Ucas identifies racial imbalance

June 28, 2002

Young Asian women are overrepresented on courses in medicine while mature, black men are overrepresented in social work courses, according to a study by the Universities and Colleges Admissions Service.

Ucas staff looked at which groups were over or underrepresented in each of four subject areas: medicine, social work, computer science and business management.

Referring to the proportion of medical applicants accepted, Liz Peters, head of analytical studies at Ucas, said: "This cohort are more likely to be female, Asian and very much more likely to be under 21 years old.

"Social work attracts a notable proportion of mature students. Mature social work entrants are more likely to be male, partly or unskilled with non-traditional qualifications, and very much more likely to be black.

"Compared with the subjects considered thus far, computer science ratios are far more evenly distributed. Ethnic minorities are generally well-represented, although blacks are slightly less likely to be accepted than whites or Asians.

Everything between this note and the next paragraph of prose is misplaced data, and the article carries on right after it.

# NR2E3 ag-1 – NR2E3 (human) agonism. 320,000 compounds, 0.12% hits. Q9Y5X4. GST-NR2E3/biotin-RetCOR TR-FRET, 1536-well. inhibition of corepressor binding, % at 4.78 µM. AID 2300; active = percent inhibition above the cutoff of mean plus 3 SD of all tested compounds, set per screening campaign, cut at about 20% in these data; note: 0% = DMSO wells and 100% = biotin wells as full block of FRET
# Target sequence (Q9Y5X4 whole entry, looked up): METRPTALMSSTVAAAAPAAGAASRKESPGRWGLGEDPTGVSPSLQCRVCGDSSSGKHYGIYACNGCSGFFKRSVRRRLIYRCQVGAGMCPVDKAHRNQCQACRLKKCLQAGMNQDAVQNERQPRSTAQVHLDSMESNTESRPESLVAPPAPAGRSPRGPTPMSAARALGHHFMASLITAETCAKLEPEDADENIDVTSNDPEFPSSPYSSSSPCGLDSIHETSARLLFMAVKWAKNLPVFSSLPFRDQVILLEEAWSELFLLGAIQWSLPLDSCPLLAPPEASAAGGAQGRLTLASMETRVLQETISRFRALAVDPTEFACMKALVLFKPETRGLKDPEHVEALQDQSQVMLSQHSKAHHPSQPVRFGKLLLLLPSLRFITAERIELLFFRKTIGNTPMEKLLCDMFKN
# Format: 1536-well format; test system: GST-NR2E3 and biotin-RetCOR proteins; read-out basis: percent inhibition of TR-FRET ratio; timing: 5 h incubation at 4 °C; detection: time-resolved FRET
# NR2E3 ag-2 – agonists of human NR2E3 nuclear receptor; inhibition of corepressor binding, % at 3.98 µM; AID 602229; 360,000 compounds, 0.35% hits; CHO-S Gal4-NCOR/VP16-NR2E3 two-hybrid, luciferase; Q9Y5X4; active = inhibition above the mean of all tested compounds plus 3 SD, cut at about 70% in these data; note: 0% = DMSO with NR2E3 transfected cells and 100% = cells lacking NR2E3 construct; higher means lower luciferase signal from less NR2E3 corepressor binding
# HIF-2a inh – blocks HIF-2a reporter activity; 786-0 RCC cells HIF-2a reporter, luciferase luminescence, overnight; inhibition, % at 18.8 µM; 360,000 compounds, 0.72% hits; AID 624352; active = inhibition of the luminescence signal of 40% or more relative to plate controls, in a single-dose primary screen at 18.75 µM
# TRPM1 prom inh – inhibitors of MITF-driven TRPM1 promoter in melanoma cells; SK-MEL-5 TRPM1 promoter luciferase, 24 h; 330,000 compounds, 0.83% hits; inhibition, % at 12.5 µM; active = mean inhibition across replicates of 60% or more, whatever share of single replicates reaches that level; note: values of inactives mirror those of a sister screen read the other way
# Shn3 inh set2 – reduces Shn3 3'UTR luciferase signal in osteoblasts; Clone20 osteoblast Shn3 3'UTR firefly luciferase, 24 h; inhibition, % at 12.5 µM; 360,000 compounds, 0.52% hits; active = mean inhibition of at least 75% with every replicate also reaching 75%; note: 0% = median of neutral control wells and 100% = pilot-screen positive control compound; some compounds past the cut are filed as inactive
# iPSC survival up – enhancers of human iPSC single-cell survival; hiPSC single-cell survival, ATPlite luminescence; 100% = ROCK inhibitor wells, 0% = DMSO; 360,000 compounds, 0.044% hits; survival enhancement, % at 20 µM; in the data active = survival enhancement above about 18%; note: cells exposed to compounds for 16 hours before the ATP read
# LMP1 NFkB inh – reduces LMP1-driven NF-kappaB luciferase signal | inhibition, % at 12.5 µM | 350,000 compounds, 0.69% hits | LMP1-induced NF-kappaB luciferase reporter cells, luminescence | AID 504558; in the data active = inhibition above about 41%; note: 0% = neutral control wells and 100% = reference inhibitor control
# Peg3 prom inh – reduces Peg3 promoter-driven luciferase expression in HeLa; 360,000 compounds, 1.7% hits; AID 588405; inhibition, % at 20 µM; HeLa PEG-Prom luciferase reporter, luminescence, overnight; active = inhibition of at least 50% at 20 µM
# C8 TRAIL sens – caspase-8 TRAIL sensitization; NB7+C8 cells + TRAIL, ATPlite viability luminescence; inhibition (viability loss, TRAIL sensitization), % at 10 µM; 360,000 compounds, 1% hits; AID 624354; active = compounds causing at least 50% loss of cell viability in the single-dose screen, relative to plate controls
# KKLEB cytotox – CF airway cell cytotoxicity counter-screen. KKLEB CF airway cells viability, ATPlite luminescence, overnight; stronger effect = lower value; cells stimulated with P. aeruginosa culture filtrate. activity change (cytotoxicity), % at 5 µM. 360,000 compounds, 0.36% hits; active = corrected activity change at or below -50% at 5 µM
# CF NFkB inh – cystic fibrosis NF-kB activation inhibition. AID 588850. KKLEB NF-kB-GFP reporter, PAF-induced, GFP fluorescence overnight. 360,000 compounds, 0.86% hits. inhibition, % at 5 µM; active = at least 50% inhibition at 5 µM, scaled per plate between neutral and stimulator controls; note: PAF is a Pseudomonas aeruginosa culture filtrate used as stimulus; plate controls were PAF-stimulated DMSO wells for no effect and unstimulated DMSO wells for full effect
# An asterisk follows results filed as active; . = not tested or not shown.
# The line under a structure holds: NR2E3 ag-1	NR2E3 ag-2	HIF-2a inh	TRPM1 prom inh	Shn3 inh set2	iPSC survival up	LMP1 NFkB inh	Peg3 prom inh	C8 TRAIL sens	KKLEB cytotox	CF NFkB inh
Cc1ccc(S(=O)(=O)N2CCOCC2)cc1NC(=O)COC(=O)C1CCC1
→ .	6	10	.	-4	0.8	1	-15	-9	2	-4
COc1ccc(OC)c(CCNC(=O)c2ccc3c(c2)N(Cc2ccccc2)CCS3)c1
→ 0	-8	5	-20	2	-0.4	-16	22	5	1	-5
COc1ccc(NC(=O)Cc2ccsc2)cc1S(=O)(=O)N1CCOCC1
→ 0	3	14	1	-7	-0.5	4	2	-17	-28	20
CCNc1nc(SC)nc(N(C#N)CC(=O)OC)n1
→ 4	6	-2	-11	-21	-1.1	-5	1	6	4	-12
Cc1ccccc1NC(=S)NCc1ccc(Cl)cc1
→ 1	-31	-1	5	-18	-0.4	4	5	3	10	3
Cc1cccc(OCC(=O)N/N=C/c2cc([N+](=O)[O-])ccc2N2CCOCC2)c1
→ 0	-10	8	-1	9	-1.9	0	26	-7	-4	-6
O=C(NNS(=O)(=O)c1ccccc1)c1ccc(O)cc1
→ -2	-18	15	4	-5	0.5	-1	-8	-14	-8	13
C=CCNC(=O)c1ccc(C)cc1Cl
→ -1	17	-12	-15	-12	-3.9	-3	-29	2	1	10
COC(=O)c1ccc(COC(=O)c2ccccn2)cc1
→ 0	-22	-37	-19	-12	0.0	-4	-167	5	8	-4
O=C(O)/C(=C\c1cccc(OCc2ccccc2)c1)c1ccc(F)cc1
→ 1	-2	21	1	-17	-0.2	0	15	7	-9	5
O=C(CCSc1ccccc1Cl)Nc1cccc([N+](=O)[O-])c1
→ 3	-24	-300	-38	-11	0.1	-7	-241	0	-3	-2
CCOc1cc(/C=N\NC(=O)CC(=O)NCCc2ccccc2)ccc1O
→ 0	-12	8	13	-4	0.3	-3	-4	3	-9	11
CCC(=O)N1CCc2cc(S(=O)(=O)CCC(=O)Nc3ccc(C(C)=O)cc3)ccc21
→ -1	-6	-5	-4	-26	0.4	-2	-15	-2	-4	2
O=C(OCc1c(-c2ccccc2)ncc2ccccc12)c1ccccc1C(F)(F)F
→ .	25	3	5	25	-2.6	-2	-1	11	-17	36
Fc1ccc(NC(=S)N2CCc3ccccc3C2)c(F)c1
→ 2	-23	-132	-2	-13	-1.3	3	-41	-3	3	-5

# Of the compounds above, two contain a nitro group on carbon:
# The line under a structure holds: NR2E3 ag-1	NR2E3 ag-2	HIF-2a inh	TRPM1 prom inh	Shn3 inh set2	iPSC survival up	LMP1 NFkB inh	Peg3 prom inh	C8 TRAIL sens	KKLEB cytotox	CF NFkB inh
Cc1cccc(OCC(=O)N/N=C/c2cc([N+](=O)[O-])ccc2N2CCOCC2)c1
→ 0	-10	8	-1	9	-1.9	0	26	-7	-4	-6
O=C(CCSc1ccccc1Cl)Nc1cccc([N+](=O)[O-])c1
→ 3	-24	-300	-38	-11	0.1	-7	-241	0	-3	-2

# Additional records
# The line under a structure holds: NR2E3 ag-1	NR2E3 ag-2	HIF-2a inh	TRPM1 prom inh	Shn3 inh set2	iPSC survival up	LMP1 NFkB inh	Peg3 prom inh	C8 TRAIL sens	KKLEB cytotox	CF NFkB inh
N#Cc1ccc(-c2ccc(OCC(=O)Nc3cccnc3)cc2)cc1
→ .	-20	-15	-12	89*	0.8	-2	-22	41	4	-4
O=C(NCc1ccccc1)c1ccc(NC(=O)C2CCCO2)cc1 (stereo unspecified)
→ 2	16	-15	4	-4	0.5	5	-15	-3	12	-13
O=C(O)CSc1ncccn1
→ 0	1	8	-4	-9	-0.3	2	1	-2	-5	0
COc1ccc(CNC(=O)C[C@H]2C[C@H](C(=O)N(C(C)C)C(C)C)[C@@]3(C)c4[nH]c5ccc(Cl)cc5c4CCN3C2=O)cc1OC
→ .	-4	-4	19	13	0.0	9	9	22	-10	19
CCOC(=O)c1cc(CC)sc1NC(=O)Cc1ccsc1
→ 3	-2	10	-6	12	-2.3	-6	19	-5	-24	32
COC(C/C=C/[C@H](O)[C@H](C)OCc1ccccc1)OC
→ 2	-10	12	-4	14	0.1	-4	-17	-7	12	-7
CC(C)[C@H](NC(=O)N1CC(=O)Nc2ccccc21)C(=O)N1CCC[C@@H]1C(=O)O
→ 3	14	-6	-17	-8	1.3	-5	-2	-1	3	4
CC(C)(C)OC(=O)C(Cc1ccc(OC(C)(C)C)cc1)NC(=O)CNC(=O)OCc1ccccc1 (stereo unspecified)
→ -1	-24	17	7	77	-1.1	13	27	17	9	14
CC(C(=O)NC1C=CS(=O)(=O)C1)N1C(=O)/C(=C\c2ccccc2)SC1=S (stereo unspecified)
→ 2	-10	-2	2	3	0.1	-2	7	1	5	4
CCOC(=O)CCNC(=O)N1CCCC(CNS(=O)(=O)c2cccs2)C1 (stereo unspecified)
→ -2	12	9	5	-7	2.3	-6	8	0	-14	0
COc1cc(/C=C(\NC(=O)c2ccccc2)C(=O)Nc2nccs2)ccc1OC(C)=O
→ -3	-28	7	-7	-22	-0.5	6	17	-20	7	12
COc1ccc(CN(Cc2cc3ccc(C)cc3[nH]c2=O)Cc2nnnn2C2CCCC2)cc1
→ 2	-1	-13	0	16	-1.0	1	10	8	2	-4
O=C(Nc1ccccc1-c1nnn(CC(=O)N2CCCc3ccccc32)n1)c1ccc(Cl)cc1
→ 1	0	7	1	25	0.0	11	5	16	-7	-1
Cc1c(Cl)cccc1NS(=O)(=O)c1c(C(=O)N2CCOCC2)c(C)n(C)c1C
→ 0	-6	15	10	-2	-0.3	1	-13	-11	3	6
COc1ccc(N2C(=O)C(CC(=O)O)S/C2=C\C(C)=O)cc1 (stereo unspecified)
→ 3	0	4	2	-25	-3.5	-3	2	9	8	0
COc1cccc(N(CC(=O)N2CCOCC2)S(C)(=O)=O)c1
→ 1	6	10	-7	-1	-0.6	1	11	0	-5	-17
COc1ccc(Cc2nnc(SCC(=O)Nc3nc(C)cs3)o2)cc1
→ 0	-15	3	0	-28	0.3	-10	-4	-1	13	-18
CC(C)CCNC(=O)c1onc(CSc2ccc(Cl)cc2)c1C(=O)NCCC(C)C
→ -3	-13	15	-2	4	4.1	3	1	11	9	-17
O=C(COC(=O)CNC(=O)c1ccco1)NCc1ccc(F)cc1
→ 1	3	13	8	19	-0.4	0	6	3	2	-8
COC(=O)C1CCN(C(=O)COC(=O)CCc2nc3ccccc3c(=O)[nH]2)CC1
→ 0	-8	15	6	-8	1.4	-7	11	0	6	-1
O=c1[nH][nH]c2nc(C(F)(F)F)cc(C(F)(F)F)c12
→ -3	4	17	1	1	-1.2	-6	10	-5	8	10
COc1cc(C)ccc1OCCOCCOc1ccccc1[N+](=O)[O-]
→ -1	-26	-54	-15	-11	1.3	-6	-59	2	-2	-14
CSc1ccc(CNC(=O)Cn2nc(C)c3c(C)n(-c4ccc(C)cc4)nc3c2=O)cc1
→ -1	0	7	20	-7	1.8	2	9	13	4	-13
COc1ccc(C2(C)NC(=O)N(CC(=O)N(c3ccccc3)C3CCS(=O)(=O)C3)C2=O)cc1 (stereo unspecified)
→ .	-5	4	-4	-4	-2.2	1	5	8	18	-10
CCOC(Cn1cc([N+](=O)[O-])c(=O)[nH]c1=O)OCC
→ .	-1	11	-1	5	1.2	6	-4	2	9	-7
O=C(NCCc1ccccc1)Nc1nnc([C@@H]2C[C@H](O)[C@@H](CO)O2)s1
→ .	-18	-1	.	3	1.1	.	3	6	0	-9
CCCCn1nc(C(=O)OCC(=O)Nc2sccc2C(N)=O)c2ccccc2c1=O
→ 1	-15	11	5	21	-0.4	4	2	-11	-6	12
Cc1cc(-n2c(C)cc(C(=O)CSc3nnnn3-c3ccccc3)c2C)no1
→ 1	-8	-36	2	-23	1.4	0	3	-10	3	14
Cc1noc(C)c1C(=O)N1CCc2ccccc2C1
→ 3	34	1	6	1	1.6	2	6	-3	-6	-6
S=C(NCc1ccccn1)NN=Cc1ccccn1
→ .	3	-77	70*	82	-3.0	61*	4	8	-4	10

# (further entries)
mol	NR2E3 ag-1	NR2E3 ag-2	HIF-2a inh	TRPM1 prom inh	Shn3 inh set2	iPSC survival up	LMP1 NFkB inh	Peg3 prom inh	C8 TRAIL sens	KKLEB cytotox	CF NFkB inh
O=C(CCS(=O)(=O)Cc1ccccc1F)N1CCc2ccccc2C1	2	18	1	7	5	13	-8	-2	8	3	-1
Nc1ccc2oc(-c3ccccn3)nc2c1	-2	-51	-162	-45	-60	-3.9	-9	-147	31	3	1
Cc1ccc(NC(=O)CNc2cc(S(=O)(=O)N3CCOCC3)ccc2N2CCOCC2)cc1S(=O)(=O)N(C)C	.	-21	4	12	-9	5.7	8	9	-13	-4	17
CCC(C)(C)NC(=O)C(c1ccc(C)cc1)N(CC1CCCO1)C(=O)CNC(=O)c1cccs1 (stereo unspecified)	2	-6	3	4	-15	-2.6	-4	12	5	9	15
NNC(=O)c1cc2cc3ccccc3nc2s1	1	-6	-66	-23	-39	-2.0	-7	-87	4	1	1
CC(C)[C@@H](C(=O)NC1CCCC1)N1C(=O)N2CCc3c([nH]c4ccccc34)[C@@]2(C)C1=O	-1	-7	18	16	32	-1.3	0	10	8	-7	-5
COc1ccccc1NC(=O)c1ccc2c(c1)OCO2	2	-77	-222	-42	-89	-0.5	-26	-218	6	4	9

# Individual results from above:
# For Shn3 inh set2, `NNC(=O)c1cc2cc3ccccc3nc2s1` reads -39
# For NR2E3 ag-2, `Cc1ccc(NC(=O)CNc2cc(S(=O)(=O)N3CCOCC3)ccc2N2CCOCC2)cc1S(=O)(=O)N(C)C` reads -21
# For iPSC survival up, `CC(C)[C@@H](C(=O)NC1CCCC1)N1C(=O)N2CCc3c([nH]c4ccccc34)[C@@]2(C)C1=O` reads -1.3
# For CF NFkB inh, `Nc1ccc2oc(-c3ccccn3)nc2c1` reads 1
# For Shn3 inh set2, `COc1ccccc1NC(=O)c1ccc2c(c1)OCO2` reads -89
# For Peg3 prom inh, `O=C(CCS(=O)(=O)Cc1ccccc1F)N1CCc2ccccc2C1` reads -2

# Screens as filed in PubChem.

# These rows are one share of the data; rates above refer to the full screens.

"Mature applicants are the most likely to be accepted to business management courses. Plotting mature entrants against their younger counterparts shows that mature business management entrants are more likely to be partly or unskilled with non-traditional qualifications, and very much more likely to be black."

Gaie Davidson-Burnet, head of data and analytical services at Ucas, said:

"If we want to abolish discrimination, we need to take into account entry routes into higher education."

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